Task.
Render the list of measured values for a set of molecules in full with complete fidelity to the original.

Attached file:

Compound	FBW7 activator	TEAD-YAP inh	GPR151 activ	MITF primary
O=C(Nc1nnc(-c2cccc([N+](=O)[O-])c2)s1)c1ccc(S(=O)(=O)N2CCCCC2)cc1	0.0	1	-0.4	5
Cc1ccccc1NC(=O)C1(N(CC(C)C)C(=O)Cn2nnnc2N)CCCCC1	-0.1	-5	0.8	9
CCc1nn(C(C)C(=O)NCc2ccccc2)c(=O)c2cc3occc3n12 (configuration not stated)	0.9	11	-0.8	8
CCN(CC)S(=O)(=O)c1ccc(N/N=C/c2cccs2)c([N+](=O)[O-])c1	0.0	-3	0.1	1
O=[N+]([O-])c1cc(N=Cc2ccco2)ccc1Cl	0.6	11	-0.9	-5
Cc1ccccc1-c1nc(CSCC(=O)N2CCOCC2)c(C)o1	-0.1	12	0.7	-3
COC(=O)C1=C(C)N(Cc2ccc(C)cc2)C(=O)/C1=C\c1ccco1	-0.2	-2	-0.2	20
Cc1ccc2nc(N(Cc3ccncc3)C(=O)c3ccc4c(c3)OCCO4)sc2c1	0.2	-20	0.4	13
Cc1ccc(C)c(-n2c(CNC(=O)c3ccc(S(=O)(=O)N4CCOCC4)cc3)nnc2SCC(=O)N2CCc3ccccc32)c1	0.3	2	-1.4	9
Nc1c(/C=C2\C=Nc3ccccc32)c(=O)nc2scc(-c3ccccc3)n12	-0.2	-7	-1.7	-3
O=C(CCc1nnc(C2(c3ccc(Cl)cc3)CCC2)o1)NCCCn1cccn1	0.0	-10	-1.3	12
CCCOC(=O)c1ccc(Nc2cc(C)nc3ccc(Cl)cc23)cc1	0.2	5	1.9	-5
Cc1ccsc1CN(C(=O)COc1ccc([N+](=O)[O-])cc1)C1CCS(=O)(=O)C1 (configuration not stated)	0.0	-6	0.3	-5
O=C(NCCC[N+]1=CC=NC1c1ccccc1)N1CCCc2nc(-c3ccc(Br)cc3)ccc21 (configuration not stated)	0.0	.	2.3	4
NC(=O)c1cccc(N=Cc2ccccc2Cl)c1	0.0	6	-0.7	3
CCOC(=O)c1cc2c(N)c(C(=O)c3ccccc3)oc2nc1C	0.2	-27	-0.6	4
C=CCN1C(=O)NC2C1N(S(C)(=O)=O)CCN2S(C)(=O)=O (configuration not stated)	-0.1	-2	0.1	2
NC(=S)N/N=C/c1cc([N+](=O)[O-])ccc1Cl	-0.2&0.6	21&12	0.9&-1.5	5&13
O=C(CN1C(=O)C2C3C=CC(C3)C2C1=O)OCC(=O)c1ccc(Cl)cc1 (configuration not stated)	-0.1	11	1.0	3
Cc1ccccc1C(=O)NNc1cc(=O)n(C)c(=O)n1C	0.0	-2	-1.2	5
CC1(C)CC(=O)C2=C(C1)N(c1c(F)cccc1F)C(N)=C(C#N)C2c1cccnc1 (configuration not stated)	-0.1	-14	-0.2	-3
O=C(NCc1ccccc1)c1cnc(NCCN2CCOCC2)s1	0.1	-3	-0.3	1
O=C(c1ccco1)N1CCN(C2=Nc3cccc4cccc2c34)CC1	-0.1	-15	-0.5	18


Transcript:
Compound	FBW7 activator	TEAD-YAP inh	GPR151 activ	MITF primary
O=C(Nc1nnc(-c2cccc([N+](=O)[O-])c2)s1)c1ccc(S(=O)(=O)N2CCCCC2)cc1	0.0	1	-0.4	5
Cc1ccccc1NC(=O)C1(N(CC(C)C)C(=O)Cn2nnnc2N)CCCCC1	-0.1	-5	0.8	9
CCc1nn(C(C)C(=O)NCc2ccccc2)c(=O)c2cc3occc3n12 (configuration not stated)	0.9	11	-0.8	8
CCN(CC)S(=O)(=O)c1ccc(N/N=C/c2cccs2)c([N+](=O)[O-])c1	0.0	-3	0.1	1
O=[N+]([O-])c1cc(N=Cc2ccco2)ccc1Cl	0.6	11	-0.9	-5
Cc1ccccc1-c1nc(CSCC(=O)N2CCOCC2)c(C)o1	-0.1	12	0.7	-3
COC(=O)C1=C(C)N(Cc2ccc(C)cc2)C(=O)/C1=C\c1ccco1	-0.2	-2	-0.2	20
Cc1ccc2nc(N(Cc3ccncc3)C(=O)c3ccc4c(c3)OCCO4)sc2c1	0.2	-20	0.4	13
Cc1ccc(C)c(-n2c(CNC(=O)c3ccc(S(=O)(=O)N4CCOCC4)cc3)nnc2SCC(=O)N2CCc3ccccc32)c1	0.3	2	-1.4	9
Nc1c(/C=C2\C=Nc3ccccc32)c(=O)nc2scc(-c3ccccc3)n12	-0.2	-7	-1.7	-3
O=C(CCc1nnc(C2(c3ccc(Cl)cc3)CCC2)o1)NCCCn1cccn1	0.0	-10	-1.3	12
CCCOC(=O)c1ccc(Nc2cc(C)nc3ccc(Cl)cc23)cc1	0.2	5	1.9	-5
Cc1ccsc1CN(C(=O)COc1ccc([N+](=O)[O-])cc1)C1CCS(=O)(=O)C1 (configuration not stated)	0.0	-6	0.3	-5
O=C(NCCC[N+]1=CC=NC1c1ccccc1)N1CCCc2nc(-c3ccc(Br)cc3)ccc21 (configuration not stated)	0.0	.	2.3	4
NC(=O)c1cccc(N=Cc2ccccc2Cl)c1	0.0	6	-0.7	3
CCOC(=O)c1cc2c(N)c(C(=O)c3ccccc3)oc2nc1C	0.2	-27	-0.6	4
C=CCN1C(=O)NC2C1N(S(C)(=O)=O)CCN2S(C)(=O)=O (configuration not stated)	-0.1	-2	0.1	2
NC(=S)N/N=C/c1cc([N+](=O)[O-])ccc1Cl	-0.2&0.6	21&12	0.9&-1.5	5&13
O=C(CN1C(=O)C2C3C=CC(C3)C2C1=O)OCC(=O)c1ccc(Cl)cc1 (configuration not stated)	-0.1	11	1.0	3
Cc1ccccc1C(=O)NNc1cc(=O)n(C)c(=O)n1C	0.0	-2	-1.2	5
CC1(C)CC(=O)C2=C(C1)N(c1c(F)cccc1F)C(N)=C(C#N)C2c1cccnc1 (configuration not stated)	-0.1	-14	-0.2	-3
O=C(NCc1ccccc1)c1cnc(NCCN2CCOCC2)s1	0.1	-3	-0.3	1
O=C(c1ccco1)N1CCN(C2=Nc3cccc4cccc2c34)CC1	-0.1	-15	-0.5	18